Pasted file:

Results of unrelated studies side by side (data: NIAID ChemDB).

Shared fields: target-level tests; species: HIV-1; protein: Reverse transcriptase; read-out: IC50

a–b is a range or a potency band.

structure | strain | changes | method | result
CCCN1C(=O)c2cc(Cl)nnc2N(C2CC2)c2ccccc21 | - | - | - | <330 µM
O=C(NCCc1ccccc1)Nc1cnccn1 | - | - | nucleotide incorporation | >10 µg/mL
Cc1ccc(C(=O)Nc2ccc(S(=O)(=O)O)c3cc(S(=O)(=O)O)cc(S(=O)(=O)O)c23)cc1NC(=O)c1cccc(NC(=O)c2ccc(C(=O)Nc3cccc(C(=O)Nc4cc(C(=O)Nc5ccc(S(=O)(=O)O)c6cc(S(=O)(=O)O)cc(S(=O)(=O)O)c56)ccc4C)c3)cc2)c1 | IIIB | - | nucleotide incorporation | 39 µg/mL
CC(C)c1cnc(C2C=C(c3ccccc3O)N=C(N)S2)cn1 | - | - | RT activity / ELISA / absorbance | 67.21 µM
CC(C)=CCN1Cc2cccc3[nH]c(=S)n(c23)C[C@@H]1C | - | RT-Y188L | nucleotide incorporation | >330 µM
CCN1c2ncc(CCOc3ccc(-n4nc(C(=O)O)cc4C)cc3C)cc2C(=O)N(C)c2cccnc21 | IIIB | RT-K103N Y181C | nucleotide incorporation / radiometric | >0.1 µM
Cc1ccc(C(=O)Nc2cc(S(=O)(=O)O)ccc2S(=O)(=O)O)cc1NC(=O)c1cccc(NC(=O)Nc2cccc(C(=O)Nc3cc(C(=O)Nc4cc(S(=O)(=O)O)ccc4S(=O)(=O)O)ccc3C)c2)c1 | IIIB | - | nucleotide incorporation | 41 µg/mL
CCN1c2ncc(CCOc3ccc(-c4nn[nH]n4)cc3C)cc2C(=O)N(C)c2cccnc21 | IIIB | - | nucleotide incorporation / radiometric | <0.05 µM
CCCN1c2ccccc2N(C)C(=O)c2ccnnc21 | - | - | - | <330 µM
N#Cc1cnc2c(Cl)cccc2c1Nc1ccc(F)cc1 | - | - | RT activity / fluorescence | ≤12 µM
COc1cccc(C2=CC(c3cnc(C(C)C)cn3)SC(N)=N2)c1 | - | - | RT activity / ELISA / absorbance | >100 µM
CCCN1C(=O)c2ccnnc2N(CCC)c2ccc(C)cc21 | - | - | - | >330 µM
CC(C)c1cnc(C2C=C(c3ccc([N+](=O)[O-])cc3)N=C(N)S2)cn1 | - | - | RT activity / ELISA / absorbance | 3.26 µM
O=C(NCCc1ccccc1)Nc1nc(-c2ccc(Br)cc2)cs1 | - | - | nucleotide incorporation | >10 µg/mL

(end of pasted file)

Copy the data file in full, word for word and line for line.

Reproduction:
Results of unrelated studies side by side (data: NIAID ChemDB).

Shared fields: target-level tests; species: HIV-1; protein: Reverse transcriptase; read-out: IC50

a–b is a range or a potency band.

structure | strain | changes | method | result
CCCN1C(=O)c2cc(Cl)nnc2N(C2CC2)c2ccccc21 | - | - | - | <330 µM
O=C(NCCc1ccccc1)Nc1cnccn1 | - | - | nucleotide incorporation | >10 µg/mL
Cc1ccc(C(=O)Nc2ccc(S(=O)(=O)O)c3cc(S(=O)(=O)O)cc(S(=O)(=O)O)c23)cc1NC(=O)c1cccc(NC(=O)c2ccc(C(=O)Nc3cccc(C(=O)Nc4cc(C(=O)Nc5ccc(S(=O)(=O)O)c6cc(S(=O)(=O)O)cc(S(=O)(=O)O)c56)ccc4C)c3)cc2)c1 | IIIB | - | nucleotide incorporation | 39 µg/mL
CC(C)c1cnc(C2C=C(c3ccccc3O)N=C(N)S2)cn1 | - | - | RT activity / ELISA / absorbance | 67.21 µM
CC(C)=CCN1Cc2cccc3[nH]c(=S)n(c23)C[C@@H]1C | - | RT-Y188L | nucleotide incorporation | >330 µM
CCN1c2ncc(CCOc3ccc(-n4nc(C(=O)O)cc4C)cc3C)cc2C(=O)N(C)c2cccnc21 | IIIB | RT-K103N Y181C | nucleotide incorporation / radiometric | >0.1 µM
Cc1ccc(C(=O)Nc2cc(S(=O)(=O)O)ccc2S(=O)(=O)O)cc1NC(=O)c1cccc(NC(=O)Nc2cccc(C(=O)Nc3cc(C(=O)Nc4cc(S(=O)(=O)O)ccc4S(=O)(=O)O)ccc3C)c2)c1 | IIIB | - | nucleotide incorporation | 41 µg/mL
CCN1c2ncc(CCOc3ccc(-c4nn[nH]n4)cc3C)cc2C(=O)N(C)c2cccnc21 | IIIB | - | nucleotide incorporation / radiometric | <0.05 µM
CCCN1c2ccccc2N(C)C(=O)c2ccnnc21 | - | - | - | <330 µM
N#Cc1cnc2c(Cl)cccc2c1Nc1ccc(F)cc1 | - | - | RT activity / fluorescence | ≤12 µM
COc1cccc(C2=CC(c3cnc(C(C)C)cn3)SC(N)=N2)c1 | - | - | RT activity / ELISA / absorbance | >100 µM
CCCN1C(=O)c2ccnnc2N(CCC)c2ccc(C)cc21 | - | - | - | >330 µM
CC(C)c1cnc(C2C=C(c3ccc([N+](=O)[O-])cc3)N=C(N)S2)cn1 | - | - | RT activity / ELISA / absorbance | 3.26 µM
O=C(NCCc1ccccc1)Nc1nc(-c2ccc(Br)cc2)cs1 | - | - | nucleotide incorporation | >10 µg/mL